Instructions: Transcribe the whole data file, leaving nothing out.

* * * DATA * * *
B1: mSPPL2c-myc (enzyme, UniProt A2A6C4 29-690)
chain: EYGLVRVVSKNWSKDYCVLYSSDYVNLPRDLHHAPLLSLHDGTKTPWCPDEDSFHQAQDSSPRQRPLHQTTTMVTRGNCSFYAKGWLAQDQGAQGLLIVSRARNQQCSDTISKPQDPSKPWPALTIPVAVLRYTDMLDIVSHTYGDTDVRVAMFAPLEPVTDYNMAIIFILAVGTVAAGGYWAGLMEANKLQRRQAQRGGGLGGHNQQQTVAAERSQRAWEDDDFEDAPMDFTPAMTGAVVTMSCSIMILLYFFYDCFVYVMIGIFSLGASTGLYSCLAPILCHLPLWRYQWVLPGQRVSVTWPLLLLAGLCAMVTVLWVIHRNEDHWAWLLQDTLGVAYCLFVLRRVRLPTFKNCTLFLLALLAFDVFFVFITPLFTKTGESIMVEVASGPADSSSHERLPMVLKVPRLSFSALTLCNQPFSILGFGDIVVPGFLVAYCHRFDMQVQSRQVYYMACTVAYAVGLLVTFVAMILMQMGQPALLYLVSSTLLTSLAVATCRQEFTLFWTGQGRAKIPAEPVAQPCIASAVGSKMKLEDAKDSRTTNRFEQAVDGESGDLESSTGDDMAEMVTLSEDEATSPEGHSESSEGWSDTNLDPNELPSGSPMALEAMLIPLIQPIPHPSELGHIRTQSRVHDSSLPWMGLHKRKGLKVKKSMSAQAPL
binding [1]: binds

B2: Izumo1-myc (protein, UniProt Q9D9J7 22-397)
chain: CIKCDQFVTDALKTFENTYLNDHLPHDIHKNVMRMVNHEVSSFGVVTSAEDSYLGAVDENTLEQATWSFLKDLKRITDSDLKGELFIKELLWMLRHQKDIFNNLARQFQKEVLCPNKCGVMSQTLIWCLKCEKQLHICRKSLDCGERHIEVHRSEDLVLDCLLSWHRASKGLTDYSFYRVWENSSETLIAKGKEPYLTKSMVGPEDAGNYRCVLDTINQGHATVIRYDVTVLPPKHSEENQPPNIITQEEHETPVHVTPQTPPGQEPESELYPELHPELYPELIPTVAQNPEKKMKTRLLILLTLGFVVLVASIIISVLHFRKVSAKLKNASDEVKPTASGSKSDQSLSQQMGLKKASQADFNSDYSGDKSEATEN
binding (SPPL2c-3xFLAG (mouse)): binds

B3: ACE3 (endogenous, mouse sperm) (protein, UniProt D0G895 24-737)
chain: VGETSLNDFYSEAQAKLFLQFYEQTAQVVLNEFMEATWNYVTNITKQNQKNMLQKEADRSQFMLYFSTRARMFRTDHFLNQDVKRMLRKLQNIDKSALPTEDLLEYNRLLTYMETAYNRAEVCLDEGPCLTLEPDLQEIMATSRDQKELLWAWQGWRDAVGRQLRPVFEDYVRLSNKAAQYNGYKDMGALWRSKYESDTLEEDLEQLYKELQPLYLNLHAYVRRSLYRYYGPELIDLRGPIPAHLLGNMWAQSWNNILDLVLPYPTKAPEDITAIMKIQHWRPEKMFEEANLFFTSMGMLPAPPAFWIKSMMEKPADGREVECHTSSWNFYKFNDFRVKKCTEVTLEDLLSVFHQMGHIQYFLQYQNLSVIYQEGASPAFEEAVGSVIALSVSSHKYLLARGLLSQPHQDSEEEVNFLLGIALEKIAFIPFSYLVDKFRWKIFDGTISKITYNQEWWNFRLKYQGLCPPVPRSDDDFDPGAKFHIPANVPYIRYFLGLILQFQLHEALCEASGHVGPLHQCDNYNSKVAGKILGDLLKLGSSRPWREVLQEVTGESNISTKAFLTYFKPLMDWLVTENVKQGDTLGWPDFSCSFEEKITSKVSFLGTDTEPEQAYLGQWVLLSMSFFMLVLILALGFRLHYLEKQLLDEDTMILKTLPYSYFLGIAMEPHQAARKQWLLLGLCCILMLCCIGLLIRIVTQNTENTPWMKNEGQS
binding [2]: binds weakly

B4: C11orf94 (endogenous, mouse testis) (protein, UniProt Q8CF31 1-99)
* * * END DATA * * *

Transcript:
B1: mSPPL2c-myc (enzyme, UniProt A2A6C4 29-690)
chain: EYGLVRVVSKNWSKDYCVLYSSDYVNLPRDLHHAPLLSLHDGTKTPWCPDEDSFHQAQDSSPRQRPLHQTTTMVTRGNCSFYAKGWLAQDQGAQGLLIVSRARNQQCSDTISKPQDPSKPWPALTIPVAVLRYTDMLDIVSHTYGDTDVRVAMFAPLEPVTDYNMAIIFILAVGTVAAGGYWAGLMEANKLQRRQAQRGGGLGGHNQQQTVAAERSQRAWEDDDFEDAPMDFTPAMTGAVVTMSCSIMILLYFFYDCFVYVMIGIFSLGASTGLYSCLAPILCHLPLWRYQWVLPGQRVSVTWPLLLLAGLCAMVTVLWVIHRNEDHWAWLLQDTLGVAYCLFVLRRVRLPTFKNCTLFLLALLAFDVFFVFITPLFTKTGESIMVEVASGPADSSSHERLPMVLKVPRLSFSALTLCNQPFSILGFGDIVVPGFLVAYCHRFDMQVQSRQVYYMACTVAYAVGLLVTFVAMILMQMGQPALLYLVSSTLLTSLAVATCRQEFTLFWTGQGRAKIPAEPVAQPCIASAVGSKMKLEDAKDSRTTNRFEQAVDGESGDLESSTGDDMAEMVTLSEDEATSPEGHSESSEGWSDTNLDPNELPSGSPMALEAMLIPLIQPIPHPSELGHIRTQSRVHDSSLPWMGLHKRKGLKVKKSMSAQAPL
binding [1]: binds

B2: Izumo1-myc (protein, UniProt Q9D9J7 22-397)
chain: CIKCDQFVTDALKTFENTYLNDHLPHDIHKNVMRMVNHEVSSFGVVTSAEDSYLGAVDENTLEQATWSFLKDLKRITDSDLKGELFIKELLWMLRHQKDIFNNLARQFQKEVLCPNKCGVMSQTLIWCLKCEKQLHICRKSLDCGERHIEVHRSEDLVLDCLLSWHRASKGLTDYSFYRVWENSSETLIAKGKEPYLTKSMVGPEDAGNYRCVLDTINQGHATVIRYDVTVLPPKHSEENQPPNIITQEEHETPVHVTPQTPPGQEPESELYPELHPELYPELIPTVAQNPEKKMKTRLLILLTLGFVVLVASIIISVLHFRKVSAKLKNASDEVKPTASGSKSDQSLSQQMGLKKASQADFNSDYSGDKSEATEN
binding (SPPL2c-3xFLAG (mouse)): binds

B3: ACE3 (endogenous, mouse sperm) (protein, UniProt D0G895 24-737)
chain: VGETSLNDFYSEAQAKLFLQFYEQTAQVVLNEFMEATWNYVTNITKQNQKNMLQKEADRSQFMLYFSTRARMFRTDHFLNQDVKRMLRKLQNIDKSALPTEDLLEYNRLLTYMETAYNRAEVCLDEGPCLTLEPDLQEIMATSRDQKELLWAWQGWRDAVGRQLRPVFEDYVRLSNKAAQYNGYKDMGALWRSKYESDTLEEDLEQLYKELQPLYLNLHAYVRRSLYRYYGPELIDLRGPIPAHLLGNMWAQSWNNILDLVLPYPTKAPEDITAIMKIQHWRPEKMFEEANLFFTSMGMLPAPPAFWIKSMMEKPADGREVECHTSSWNFYKFNDFRVKKCTEVTLEDLLSVFHQMGHIQYFLQYQNLSVIYQEGASPAFEEAVGSVIALSVSSHKYLLARGLLSQPHQDSEEEVNFLLGIALEKIAFIPFSYLVDKFRWKIFDGTISKITYNQEWWNFRLKYQGLCPPVPRSDDDFDPGAKFHIPANVPYIRYFLGLILQFQLHEALCEASGHVGPLHQCDNYNSKVAGKILGDLLKLGSSRPWREVLQEVTGESNISTKAFLTYFKPLMDWLVTENVKQGDTLGWPDFSCSFEEKITSKVSFLGTDTEPEQAYLGQWVLLSMSFFMLVLILALGFRLHYLEKQLLDEDTMILKTLPYSYFLGIAMEPHQAARKQWLLLGLCCILMLCCIGLLIRIVTQNTENTPWMKNEGQS
binding [2]: binds weakly

B4: C11orf94 (endogenous, mouse testis) (protein, UniProt Q8CF31 1-99)